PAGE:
The Next Big Thing

February 16, 2016

The full-time athletic director, without a lot of other duties and with support for clerical matters as well as event supervision, is a situation rarely seen in secondary schools today. That’s bad for students, schools and school sports.

Today, typically the athletic director’s job is divided among many areas of a school’s operations. And when a veteran athletic director retires, moves up or otherwise moves on, it is typical that the “replacement” is an inexperienced person who is given even more to do with less time to do it.

So, when I asked the MHSAA Representative Council in December to talk about and commit to writing what it believes is the “next big thing” the MHSAA should be doing, it was not surprising to me that the consensus was this: “We should be conducting much more Athletic Director In-Service training, both in person and electronically, for both new ADs and veterans; and we shouldn’t shy away from a ‘back-to basics’ approach, with testing.”

The theme of the responses of Representative Council members in December was that as schools are becoming increasingly under-resourced, the MHSAA must do more. Clearly, the Representative Council (as a group) has lower expectations for what schools can do for themselves, and higher expectations for what the MHSAA should be doing to help schools. If there is a worry in all this, it is that the Representative Council is losing confidence in the principle of “institutional control,” and the Council sees the need to place increasing demands on the MHSAA to train, oversee and actually do things that would have been an overreach of our proper role 20 or even 10 years ago.

The transformational idea here – I don’t like it, but perhaps it’s unavoidable – is that the MHSAA must do more because of the reality that overburdened, under-resourced school personnel can only do less. And, if we fail to do more, school sports will continue to create problems for itself, and worse, continue to drift to a point where school sports are barely distinguishable from non-school sports programs.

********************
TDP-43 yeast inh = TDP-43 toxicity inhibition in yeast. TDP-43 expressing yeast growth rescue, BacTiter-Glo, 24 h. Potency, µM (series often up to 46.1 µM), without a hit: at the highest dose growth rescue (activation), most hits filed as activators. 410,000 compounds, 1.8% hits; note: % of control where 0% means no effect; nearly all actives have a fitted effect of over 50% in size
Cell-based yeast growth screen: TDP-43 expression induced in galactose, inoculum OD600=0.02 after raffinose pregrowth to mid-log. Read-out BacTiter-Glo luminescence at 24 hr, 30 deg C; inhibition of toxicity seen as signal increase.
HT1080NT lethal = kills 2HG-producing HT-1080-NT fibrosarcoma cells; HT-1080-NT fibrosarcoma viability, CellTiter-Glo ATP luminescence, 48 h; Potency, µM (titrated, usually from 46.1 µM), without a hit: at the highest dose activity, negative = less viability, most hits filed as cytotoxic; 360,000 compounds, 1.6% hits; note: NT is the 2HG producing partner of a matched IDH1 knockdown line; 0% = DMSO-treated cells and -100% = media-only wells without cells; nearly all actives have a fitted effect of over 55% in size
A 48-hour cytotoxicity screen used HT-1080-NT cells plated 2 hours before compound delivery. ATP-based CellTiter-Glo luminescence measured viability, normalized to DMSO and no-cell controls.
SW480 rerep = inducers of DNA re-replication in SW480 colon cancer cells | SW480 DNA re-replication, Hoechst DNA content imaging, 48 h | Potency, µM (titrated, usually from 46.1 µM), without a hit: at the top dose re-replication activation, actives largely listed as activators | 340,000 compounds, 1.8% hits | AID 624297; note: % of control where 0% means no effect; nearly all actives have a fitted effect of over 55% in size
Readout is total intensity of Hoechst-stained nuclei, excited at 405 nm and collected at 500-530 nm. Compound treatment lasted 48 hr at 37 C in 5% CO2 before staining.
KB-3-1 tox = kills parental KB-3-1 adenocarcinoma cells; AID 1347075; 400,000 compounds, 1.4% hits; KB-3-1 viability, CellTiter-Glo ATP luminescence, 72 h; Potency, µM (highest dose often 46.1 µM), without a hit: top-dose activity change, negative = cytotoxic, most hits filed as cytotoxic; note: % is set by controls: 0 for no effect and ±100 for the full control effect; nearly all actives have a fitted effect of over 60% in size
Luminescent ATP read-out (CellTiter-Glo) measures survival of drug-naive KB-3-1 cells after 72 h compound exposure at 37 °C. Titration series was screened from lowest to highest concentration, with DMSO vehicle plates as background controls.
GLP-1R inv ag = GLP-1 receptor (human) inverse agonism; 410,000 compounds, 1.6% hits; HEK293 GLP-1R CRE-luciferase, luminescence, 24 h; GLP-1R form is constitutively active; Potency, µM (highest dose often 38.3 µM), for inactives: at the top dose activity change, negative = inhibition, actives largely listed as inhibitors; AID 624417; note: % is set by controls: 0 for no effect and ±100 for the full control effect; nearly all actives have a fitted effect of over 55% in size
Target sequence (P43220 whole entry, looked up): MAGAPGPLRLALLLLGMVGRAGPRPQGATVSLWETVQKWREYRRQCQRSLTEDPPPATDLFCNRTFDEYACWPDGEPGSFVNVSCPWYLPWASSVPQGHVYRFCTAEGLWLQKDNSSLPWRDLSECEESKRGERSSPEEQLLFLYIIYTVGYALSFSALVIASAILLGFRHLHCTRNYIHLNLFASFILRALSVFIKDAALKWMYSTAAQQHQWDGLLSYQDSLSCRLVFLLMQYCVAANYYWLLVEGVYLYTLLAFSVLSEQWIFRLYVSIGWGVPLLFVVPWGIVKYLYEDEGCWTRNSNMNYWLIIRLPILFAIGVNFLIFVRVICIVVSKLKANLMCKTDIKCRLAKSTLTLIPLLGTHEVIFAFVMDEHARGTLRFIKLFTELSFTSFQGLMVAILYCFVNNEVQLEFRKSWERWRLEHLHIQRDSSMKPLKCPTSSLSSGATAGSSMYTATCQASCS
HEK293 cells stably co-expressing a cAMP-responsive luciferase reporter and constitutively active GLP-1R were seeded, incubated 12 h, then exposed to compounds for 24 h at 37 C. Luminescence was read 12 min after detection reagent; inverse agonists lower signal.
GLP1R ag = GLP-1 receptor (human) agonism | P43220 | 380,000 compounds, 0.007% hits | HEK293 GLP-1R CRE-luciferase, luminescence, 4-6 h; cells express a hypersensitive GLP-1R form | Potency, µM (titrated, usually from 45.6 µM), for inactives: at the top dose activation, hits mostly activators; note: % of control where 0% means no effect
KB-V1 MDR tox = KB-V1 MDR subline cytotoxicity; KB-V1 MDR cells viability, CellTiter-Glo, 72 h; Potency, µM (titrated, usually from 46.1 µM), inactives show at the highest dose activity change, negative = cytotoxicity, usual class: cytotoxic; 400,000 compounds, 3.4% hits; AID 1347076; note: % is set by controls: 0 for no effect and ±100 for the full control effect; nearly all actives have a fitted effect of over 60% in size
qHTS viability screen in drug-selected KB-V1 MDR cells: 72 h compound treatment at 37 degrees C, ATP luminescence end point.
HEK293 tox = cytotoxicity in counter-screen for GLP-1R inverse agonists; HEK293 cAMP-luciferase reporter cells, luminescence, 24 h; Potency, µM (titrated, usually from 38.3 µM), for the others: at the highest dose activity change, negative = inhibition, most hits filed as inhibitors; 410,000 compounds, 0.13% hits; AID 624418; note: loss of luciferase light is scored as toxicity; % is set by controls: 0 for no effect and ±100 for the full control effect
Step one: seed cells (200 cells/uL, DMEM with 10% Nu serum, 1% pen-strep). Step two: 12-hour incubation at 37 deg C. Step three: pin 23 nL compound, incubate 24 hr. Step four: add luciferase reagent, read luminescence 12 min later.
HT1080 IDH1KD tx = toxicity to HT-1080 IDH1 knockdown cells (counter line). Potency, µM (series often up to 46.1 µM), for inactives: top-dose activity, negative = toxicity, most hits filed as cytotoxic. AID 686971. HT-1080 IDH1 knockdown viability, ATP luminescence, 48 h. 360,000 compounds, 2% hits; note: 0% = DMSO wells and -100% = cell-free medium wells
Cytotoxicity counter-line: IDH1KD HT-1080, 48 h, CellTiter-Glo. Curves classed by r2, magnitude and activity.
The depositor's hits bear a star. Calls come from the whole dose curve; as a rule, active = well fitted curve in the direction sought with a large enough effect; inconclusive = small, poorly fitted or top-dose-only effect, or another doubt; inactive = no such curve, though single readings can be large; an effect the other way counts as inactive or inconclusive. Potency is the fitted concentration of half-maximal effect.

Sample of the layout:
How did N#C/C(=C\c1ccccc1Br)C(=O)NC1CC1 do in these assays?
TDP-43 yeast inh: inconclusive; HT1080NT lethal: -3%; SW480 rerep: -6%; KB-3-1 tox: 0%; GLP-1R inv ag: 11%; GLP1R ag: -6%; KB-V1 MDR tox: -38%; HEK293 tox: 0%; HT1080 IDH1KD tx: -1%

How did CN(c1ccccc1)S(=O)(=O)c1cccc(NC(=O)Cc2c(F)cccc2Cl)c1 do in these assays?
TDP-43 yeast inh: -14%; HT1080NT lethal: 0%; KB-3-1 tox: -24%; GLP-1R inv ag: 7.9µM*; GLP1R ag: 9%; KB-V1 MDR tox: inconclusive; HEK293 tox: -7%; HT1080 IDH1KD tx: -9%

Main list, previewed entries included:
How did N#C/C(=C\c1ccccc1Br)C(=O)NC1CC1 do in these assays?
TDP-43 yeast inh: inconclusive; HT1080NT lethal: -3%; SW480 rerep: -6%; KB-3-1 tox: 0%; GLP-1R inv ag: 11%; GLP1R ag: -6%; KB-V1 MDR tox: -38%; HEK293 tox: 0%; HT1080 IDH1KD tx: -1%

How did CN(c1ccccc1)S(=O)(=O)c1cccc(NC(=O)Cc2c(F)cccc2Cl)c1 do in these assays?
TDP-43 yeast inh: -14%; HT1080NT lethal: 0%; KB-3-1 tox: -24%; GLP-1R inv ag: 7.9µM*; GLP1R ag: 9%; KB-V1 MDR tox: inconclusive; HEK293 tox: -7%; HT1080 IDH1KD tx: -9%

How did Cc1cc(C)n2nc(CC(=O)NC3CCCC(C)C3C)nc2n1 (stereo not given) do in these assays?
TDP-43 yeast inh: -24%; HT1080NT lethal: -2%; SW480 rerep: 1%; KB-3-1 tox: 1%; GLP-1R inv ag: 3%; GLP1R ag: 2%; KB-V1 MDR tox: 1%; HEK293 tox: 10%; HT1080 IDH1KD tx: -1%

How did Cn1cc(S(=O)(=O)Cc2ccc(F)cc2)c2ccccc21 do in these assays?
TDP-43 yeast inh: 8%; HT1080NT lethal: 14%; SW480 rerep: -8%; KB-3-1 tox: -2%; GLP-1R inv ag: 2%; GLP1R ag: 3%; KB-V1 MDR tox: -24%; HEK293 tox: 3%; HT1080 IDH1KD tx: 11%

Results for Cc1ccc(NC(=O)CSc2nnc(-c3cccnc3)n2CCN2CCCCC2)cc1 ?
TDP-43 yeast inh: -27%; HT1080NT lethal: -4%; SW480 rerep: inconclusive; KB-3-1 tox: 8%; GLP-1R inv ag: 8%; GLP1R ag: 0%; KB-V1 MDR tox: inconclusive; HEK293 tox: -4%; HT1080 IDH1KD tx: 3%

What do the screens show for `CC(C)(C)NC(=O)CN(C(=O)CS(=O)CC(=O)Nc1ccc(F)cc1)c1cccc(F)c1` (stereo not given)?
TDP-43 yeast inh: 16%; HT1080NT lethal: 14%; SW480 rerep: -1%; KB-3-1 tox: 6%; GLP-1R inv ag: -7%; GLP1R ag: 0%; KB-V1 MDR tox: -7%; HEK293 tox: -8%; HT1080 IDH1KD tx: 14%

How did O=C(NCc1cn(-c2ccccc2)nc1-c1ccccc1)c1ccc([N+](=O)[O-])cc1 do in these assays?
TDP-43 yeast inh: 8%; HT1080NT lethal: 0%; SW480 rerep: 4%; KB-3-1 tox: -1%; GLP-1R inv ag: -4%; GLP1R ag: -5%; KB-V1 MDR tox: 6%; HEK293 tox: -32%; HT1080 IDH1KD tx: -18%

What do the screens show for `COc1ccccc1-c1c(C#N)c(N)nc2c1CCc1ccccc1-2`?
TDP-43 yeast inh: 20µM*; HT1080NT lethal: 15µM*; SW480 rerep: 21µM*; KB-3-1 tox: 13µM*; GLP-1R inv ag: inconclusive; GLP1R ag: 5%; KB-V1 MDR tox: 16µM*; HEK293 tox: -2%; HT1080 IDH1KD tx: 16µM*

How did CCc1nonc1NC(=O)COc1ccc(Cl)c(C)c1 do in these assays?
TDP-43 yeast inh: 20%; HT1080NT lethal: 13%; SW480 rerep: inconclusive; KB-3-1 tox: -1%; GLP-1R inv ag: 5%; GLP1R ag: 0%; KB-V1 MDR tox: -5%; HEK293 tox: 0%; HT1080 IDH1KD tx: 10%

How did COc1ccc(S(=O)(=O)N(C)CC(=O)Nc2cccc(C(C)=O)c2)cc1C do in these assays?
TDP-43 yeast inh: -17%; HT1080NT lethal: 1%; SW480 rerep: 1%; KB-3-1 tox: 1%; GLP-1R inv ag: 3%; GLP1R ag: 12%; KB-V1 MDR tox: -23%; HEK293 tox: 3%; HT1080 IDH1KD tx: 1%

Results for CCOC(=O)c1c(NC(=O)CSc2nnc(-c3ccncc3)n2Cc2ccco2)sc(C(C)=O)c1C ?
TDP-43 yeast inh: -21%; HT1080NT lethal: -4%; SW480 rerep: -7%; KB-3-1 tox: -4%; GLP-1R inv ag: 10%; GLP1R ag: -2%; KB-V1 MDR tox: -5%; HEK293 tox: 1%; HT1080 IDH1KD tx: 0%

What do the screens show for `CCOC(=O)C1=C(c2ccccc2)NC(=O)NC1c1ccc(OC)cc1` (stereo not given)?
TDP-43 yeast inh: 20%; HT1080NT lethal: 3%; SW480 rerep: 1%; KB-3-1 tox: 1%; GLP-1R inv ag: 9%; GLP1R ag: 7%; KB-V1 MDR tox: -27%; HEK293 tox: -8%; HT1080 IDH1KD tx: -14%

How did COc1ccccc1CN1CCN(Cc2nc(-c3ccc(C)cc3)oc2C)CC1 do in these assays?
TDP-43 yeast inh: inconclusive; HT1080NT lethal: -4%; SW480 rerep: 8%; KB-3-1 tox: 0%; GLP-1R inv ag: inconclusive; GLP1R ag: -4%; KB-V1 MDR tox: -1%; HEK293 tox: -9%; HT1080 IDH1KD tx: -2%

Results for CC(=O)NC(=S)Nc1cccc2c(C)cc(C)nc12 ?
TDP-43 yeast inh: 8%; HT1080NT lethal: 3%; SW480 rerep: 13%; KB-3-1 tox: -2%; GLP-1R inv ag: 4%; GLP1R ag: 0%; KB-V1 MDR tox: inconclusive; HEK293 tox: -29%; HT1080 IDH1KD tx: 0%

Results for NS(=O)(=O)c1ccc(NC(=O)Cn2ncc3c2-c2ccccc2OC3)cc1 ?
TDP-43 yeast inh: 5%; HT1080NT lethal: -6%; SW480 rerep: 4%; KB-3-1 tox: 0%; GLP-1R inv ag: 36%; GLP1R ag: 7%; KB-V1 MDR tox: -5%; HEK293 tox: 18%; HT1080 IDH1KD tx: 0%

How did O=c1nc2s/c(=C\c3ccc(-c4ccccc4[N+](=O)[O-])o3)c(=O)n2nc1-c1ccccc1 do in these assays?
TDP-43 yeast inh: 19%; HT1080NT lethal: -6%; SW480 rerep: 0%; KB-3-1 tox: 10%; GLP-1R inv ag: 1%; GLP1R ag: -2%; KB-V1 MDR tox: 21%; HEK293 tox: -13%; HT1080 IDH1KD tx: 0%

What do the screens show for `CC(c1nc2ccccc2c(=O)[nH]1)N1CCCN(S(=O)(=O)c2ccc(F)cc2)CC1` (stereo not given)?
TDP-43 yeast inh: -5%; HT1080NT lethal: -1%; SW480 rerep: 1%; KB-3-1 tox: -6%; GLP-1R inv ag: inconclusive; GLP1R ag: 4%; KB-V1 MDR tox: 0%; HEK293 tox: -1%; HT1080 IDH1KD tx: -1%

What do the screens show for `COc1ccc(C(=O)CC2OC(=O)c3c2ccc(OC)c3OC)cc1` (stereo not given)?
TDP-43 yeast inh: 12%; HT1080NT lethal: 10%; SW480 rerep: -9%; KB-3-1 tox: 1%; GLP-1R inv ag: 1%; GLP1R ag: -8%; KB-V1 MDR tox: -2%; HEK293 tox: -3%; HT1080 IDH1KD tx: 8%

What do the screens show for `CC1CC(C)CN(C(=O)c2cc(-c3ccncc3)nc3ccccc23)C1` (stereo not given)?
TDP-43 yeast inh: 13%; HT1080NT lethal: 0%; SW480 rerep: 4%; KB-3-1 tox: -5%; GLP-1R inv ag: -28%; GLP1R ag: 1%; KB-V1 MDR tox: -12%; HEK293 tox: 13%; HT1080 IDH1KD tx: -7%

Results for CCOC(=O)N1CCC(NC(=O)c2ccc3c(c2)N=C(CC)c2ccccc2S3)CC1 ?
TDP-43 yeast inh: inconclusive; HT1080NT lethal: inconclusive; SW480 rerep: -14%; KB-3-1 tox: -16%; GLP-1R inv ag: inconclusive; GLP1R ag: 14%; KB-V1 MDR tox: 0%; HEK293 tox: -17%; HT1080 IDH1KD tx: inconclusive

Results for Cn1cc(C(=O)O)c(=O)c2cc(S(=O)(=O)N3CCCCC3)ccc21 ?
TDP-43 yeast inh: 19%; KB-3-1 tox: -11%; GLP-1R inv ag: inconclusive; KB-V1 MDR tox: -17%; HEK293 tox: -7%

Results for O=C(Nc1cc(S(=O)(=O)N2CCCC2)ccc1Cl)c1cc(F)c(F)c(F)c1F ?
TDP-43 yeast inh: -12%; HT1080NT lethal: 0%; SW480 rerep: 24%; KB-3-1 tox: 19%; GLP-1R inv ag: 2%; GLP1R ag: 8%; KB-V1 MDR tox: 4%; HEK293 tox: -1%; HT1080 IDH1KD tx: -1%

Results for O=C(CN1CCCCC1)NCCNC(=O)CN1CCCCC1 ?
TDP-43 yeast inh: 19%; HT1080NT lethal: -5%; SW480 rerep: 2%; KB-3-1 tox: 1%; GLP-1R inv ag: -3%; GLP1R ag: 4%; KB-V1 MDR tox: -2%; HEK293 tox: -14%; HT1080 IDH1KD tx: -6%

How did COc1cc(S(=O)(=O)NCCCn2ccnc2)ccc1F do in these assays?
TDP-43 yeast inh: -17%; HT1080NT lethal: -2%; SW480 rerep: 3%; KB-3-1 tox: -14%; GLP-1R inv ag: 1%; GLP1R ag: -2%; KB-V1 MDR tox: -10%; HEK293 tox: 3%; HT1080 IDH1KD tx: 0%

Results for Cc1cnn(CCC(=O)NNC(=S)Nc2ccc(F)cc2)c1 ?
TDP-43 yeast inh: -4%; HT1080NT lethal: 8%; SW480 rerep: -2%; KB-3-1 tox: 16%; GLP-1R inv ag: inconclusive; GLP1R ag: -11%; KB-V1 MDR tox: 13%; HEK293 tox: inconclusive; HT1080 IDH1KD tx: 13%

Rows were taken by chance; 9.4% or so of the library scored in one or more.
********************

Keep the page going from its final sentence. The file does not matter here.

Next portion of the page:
We are seeing building athletic directors less engaged in the administration of school sports and, in their place, local administrators are depending on third parties to schedule games and assign officials, or they are delegating scheduling and most administrative details to their coaches, an increasing number of whom are nonfaculty members who have more affinity to non-school sports than school sports. This isn’t just happening in skiing, golf and bowling but also in basketball and other sports.

As we inventory the controversies we’ve endured this past fall, we see that in almost every case there was a lack of knowledge or execution at the local level that created a problem which people then were all too ready to blame the MHSAA for. The policy or the organization gets criticized for an individual’s deficient attention or action at the local level. And every controversy is a distraction – it gets in the way of our work, and it adversely affects our ability to convey a positive message about the important role of educational athletics in the lives of students, schools and society.

Cheering for Sportsmanship

July 31, 2018

(This blog first appeared on on January 8, 2013.)

I try to start each new school year at the Michigan Interscholastic Press Association summer camp at Michigan State University. I talk briefly about who the MHSAA is and what it does; and then two or three dozen high school newspaper editors and writers ask me questions; and in doing so, they give me clues to what’s going on in our schools and what’s important to our students.

Several years ago, when I opened the session to questions, one young man asked: “Mr. Roberts, what’s your job?” I paused, and then said, “I guess I’m the head cheerleader for high school sports in Michigan.”

So then this precocious student asked: “Okay, what do you cheer for?”  With a briefer pause, this is some of what I said:

  • I cheer for sportsmanship that’s not merely good, but great.

  • I cheer for sportsmanship, not gamesmanship.

  • I cheer for playing by the rules, both the letter and the spirit.

  • I cheer for maximum effort to try to win each and every contest.

  • I don’t cheer for winning at any cost; I do cheer for learning at every opportunity.

  • I cheer for losing with grace and for winning with even greater grace, with humility and modesty.

  • I cheer for the lessons of victory and the even greater lessons of defeat.